PlayCanvas backend recommendations

Hi, I’m developing a nodejs-based backend for my PlayCanvas online project and I’ve reached the point where I need to perform collision detection (bullets, player colliding with other objects, etc).

I’m wondering if using PlayCanvas Engine in the backend would be a good or a bad idea. Using the same code base and API for physics and server-side collision detection would be awesome, but I don’t want the server to “draw” anything, as I’d just need to run a “light” version (basically physics on low-poly entities) of the game scene.

What do you think? Is this something feasible? Can you use PlayCanvas without actually rendering anything?


@devMidgard Did you use a headless version of the PlayCanvas engine in the backend for some of your IO games?

Ah, here we go: Need Help With An Authoritative WebSocket Server

Thanks for the hint @yaustar, that seems a little bit tricky but might work. I’ll explore JSDOM and similar ways of mocking the browser in a server.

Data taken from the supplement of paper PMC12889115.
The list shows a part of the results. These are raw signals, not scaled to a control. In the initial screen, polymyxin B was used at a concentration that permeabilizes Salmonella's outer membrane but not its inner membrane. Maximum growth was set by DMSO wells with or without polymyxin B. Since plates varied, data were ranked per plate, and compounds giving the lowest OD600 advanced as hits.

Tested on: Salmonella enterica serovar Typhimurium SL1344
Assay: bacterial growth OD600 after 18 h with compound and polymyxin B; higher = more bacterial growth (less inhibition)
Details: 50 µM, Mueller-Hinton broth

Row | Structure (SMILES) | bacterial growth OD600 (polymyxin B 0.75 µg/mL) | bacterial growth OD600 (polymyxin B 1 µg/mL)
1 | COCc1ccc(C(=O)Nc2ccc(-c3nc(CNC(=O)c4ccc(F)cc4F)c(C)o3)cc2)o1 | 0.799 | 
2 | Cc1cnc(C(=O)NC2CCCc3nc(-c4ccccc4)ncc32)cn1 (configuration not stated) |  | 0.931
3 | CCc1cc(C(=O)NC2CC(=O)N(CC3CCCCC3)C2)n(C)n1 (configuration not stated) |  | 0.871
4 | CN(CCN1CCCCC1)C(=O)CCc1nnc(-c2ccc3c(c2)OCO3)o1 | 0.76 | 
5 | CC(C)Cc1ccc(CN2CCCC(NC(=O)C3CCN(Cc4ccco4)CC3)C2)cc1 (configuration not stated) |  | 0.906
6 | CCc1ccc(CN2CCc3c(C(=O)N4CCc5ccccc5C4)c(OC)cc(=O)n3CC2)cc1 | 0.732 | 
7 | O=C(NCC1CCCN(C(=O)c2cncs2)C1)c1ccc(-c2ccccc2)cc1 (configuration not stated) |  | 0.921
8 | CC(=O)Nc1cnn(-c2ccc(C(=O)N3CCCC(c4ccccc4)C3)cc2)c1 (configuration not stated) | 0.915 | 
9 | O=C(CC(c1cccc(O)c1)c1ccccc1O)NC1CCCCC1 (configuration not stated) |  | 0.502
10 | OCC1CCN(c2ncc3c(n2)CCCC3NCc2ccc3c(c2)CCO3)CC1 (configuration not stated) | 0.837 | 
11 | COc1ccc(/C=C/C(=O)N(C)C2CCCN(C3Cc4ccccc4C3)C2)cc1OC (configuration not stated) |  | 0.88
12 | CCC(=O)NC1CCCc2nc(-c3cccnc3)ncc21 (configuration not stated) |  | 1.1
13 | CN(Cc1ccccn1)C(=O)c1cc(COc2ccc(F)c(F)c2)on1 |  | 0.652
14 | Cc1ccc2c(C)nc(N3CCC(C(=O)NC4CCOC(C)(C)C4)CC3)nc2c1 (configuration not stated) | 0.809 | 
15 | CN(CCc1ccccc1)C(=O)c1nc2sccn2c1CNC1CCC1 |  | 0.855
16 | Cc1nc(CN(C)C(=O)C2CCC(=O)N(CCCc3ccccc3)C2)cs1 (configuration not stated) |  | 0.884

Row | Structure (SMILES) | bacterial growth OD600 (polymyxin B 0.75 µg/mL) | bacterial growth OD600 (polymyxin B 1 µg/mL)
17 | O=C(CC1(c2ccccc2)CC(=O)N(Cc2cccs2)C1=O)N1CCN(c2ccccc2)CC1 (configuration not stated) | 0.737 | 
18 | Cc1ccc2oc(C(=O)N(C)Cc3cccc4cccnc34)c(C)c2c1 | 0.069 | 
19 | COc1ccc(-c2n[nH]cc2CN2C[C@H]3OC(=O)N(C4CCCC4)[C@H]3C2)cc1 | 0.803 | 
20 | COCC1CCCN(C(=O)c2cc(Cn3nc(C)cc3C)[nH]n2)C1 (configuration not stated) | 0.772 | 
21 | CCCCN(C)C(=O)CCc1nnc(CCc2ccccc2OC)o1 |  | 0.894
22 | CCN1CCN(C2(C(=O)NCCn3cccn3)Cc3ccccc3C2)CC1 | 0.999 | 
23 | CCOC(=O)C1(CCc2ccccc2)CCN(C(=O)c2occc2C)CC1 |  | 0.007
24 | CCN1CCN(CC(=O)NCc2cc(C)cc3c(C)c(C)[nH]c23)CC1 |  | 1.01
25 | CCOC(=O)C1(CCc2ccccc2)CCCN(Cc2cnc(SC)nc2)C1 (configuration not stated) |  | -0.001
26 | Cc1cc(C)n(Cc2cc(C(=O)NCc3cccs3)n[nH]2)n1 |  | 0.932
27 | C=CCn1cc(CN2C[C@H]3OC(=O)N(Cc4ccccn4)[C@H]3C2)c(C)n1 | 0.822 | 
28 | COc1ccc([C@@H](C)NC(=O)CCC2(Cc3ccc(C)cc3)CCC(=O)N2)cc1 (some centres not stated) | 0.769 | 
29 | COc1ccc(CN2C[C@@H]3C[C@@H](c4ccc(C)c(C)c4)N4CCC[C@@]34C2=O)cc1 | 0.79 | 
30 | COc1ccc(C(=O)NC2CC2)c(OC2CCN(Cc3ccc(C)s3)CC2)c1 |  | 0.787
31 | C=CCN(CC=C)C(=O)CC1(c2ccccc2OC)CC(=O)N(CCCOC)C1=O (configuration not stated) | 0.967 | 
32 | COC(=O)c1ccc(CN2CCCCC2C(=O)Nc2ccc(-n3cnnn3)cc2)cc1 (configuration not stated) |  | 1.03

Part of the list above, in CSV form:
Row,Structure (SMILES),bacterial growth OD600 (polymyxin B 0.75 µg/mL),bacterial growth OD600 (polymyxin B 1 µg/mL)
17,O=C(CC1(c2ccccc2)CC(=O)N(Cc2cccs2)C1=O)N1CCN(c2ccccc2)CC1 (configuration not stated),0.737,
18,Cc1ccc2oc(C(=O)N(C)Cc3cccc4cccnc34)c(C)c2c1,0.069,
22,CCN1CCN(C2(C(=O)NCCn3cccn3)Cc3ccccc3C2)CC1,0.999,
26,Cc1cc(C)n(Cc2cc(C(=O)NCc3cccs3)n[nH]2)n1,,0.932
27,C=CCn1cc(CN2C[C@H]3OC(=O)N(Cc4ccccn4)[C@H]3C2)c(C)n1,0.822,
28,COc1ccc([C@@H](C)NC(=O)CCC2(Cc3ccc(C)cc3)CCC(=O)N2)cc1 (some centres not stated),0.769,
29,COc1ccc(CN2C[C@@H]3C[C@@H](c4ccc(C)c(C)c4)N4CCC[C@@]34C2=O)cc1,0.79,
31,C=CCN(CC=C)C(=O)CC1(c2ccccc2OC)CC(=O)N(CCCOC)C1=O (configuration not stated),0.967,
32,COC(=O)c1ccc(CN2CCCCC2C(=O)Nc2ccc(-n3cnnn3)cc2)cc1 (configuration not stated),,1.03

I was hoping that there was an option in the engine that “turns off” the rendering or something like that. Something like what you mentioned here: Is the engine viable for multiplayer? where can we find that “no render” flag?


This disables the rendering but doesn’t remove it: Application | PlayCanvas API Reference

Now that the engine has moved to ES6 modules, it might be easier now to remove the rendering part of the engine so it’s worth a look to see if that is possible.

1 Like

Been there, done that.

If you want to squeeze the max out of your servers, forget about using the PlayCanvas engine. It’s better to start with a blank nodejs app and just build into it.

My suggestion is grab PlayCanvas’ Physics Engine (AmmoJS), slap it into nodejs (like I do) and put also uWS into it. Boom, you suddenly get a full fledged Physics Engine on server side to do your world simulation at, and you also get the best network lib there is for nodejs.